In Massachusetts we have some of the worst legislation on this; the biggest problems in our state really stem from this lack of progressive revenue. Without progressive revenue, we have to take off the table things like equitably funded schools, public transportation, affordable housing, statewide single-payer, renewable energy, all these things just so the wealthy few can get off with their profits. We’re stuck in this austerity mindset at the state level; they say the things we want are too expensive. But they’re not too expensive; in fact they’d save the state money, and save people money, but they say we can’t afford it, which is a complete lie. In Somerville we’re told we can’t afford to build this affordable housing development with union labor. So we’re left thinking that we just don’t have the option to pay prevailing wage to our workers, even though we’re here in one of the wealthiest states in one of the wealthiest countries in the world. It’s a complete absurdity. The state house’s refusal to raise revenue leaves us with some of the worst human rights outcomes, like around health disparities, food insecurity, unemployment insurance filing. It’s especially devastating because we actually do have the resources to fix it so that everyone can thrive. 

RC: It’s ironic of course that this is all going down in a state that is perceived as being liberal or even progressively minded.

EU: A state that likes to view itself that way, yeah. 

RC: For socialists, it’s not hard to imagine a more just world in which our government prioritizes the dignity and wellbeing of everyone, but in reality there are a lot of things standing in the way of that. What or who do you see as being the biggest obstructions to making the kind of gains that we’re talking about and what can DSA members, and working class people generally, do to help overcome these obstacles? 

EU: The obstacles are systemic, but surmountable in a democratic society. And really there’s nothing new here. I’ve been in this job for one week and who am I getting emails from? Lobbyists, those who represent the moneyed interests, who always outspend working people. We’re not going to stop that until we change the kind of government we have. More specifically, I’d say there are two systemic obstacles that maybe aren’t quite as obvious as corporations coming down to the state house with their high-paid, well-dressed lobbyists. One is accountability for reps, for my colleagues. There are so many reps who run on so-called progressive issues, but then they’re never actually pushed to fight for those issues. So holding my colleagues accountable to constituents, not just to lobbyists, is so important, particularly to get us out of our defeatist mindset that says we’re going to lose anyway so we just need to work within the hierarchy. 

Another big obstacle is the movement itself – not just the labor movement but the progressive advocacy movement as a whole – being resigned to defeat, not believing that it has any power, saying “we’re not going to win anyway.” We need to stop operating on the assumption that we’re doing our best and we’ll ask for favors and just “rah-rah-rah” as much as we can. In reality the power dynamic is the other way around, but we can’t recognize it until the progressive movement and the labor movement says, “No, you guys work for us,” and changes strategies accordingly. Around the state house it’s very common to see this incrementalist attitude that says, “don’t ask for too much or you won’t be taken seriously.” This is a huge challenge to overcome. We should ask for what makes it so that we can all live with dignity and respect. It’s as simple as that. And we have to stop framing those things as impossible dreams. We’ve seen some breakthrough on this over the last few years, starting with Occupy, then with Bernie’s 2016 campaign, which broke the spell of neoliberal inevitability and made Medicare For All a viable policy, made the climate crisis the biggest national security threat rather than all the hawkish nonsense that tags alongside neoliberal policy. Continuing to build on these breakthroughs at both the electoral level and in issue-based advocacy is so important, and it starts with believing that we can win and that we are ready to win.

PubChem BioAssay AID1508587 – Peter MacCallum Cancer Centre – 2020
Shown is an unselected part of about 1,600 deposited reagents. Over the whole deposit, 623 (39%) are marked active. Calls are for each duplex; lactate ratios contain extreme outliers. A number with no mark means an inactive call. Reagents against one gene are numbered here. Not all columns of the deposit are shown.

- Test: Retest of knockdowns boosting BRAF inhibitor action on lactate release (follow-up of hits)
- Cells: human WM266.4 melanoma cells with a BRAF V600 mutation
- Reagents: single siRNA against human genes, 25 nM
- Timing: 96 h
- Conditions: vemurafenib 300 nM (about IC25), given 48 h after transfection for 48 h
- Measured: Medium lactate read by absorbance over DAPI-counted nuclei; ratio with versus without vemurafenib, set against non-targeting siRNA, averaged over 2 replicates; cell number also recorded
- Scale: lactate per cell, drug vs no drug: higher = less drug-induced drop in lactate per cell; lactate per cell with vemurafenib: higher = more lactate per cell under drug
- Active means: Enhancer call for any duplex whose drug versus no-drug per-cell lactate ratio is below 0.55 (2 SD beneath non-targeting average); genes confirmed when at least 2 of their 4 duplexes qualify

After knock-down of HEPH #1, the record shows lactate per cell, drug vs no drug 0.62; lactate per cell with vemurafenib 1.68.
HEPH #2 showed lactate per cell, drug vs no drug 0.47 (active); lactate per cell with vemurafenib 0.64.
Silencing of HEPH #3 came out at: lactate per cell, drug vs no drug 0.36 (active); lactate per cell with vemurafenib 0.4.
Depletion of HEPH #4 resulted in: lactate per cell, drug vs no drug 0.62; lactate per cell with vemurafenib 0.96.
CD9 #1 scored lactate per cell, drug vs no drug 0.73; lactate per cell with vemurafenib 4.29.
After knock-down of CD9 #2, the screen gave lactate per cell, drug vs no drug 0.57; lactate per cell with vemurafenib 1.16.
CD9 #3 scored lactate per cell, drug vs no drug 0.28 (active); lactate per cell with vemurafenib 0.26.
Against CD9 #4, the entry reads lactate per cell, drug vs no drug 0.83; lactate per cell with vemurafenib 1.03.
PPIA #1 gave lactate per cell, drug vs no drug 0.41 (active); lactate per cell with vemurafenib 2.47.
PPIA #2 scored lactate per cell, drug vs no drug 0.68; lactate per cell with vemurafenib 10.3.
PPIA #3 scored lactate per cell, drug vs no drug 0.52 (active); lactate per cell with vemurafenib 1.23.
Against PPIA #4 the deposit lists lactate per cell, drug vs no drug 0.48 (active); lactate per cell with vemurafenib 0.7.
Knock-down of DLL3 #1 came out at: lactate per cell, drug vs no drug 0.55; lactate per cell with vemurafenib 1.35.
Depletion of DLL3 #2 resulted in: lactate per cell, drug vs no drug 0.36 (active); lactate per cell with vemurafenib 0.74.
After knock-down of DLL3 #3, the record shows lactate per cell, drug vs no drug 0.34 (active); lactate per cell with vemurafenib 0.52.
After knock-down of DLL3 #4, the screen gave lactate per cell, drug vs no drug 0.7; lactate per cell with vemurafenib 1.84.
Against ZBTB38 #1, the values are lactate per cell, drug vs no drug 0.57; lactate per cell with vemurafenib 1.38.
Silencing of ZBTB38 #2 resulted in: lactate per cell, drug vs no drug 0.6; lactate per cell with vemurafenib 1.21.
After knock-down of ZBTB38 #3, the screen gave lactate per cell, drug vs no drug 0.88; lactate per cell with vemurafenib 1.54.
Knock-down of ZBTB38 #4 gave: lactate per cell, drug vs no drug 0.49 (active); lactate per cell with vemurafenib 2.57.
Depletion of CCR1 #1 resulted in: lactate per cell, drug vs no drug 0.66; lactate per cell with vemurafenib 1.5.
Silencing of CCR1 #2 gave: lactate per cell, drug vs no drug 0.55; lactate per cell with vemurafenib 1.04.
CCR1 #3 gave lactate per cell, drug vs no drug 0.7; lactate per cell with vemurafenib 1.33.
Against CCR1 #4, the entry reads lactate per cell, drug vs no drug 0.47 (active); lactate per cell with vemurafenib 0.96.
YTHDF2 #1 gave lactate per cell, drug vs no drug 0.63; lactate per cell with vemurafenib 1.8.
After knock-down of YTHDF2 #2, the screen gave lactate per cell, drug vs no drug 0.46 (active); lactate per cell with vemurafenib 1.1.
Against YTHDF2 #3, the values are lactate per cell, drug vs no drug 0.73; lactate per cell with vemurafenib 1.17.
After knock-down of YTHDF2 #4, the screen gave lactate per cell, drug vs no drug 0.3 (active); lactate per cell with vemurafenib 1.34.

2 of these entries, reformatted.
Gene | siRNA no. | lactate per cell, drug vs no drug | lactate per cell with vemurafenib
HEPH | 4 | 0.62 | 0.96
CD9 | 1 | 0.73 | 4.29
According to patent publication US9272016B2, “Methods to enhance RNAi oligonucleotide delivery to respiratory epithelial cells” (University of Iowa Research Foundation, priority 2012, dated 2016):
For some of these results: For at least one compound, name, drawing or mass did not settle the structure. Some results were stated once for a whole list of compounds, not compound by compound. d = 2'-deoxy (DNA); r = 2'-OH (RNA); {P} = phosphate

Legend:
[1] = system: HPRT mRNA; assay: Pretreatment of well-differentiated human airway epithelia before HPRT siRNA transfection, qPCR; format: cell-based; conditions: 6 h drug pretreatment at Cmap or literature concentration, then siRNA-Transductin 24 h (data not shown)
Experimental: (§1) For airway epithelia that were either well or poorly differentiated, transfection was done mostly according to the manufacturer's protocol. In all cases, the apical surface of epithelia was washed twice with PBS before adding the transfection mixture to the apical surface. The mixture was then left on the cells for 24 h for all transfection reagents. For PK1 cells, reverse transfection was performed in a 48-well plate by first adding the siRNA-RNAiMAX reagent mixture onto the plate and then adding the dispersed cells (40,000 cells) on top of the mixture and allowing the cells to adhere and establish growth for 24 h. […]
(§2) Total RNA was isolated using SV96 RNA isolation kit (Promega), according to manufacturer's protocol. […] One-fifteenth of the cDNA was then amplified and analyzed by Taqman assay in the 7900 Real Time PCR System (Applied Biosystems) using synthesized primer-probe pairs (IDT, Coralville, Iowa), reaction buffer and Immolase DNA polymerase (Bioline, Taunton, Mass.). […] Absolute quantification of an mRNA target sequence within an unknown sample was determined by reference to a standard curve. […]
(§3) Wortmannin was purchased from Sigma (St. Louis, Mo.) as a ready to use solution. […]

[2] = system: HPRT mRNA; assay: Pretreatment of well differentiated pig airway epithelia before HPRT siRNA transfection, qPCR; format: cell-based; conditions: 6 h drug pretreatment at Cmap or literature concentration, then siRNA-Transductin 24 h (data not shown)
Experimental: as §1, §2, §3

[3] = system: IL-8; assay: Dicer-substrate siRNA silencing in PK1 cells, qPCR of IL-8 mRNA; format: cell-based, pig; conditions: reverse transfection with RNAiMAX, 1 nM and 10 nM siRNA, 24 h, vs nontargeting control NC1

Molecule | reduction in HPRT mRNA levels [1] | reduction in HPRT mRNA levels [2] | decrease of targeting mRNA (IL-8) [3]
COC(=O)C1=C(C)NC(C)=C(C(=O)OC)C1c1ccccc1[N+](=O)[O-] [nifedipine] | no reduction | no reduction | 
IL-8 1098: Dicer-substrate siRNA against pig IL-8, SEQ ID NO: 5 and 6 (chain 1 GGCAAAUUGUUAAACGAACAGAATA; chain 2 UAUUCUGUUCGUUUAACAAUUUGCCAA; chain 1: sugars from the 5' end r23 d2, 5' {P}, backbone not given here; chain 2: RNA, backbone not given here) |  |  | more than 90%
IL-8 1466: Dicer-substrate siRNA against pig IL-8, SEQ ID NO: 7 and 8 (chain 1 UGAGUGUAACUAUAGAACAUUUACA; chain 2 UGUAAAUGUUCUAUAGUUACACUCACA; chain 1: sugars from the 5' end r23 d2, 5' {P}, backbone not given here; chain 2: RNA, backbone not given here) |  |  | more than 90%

RC: A lot of labor activist attention, within the DSA and elsewhere, has been on the changing face of work over just the last few years. The Boston DSA labor working group has lately been collaborating with the local rideshare workers’ union, the Boston Independent Drivers Guild  (BIDG). From a legislative perspective, what’s achievable in Massachusetts for independent contract workers? 

EU: This gets to the big question of what employment means, the definition of employment, and we’ve seen Uber and Lyft and other platform apps abusing our common definitions. They claim this is all entrepreneurialism when really they’re just sidestepping employment laws that were designed to protect workers. In Massachusetts, we write the rules on how Uber and Lyft get to function. We can set a minimum wage for drivers rather than letting it be whatever cut the apps decide to pay on a given day or at a given hour. We can restore bargaining rights for these workers, which is certainly something that’s on the table. I think we’re also likely to see something like what we just saw in California, putting a ballot question up for voters and then the corporations trying to buy the election. That fight is coming here, and we have to be ready because there’s going to be corporate money piling in as with every labor struggle. Since we can’t outspend them, it will be a question of out-organizing the corporate money. 

RC: I’m curious to know about your current working relationship with unions. Some unions can be fairly conservative. Others are notoriously undemocratic. How are you navigating working with union leaders who have different political perspectives? 

EU: There are limits to what you can do in your role as a State Representative in terms of your power and what you’re able to influence. I think that when it comes to the narrative and the issues even the more conservative leaning unions are still pushing for things that are good for their workers and good for working people overall. I want them to push more, to want more. For example, take the AFL-CIO wage theft bill. Of course I’m behind it. And I’ll do everything I can to make that pass. Another part of my job as a Rep, though, is to think about how we push the Overton Window further. Right now we’re negotiating things like emergency paid sick leave, wage theft, things that I wholeheartedly support, of course, though I’m shocked they weren’t achieved long ago. So we need to push that window even further. Who does one turn to? How do we challenge the movement to be braver and demand more?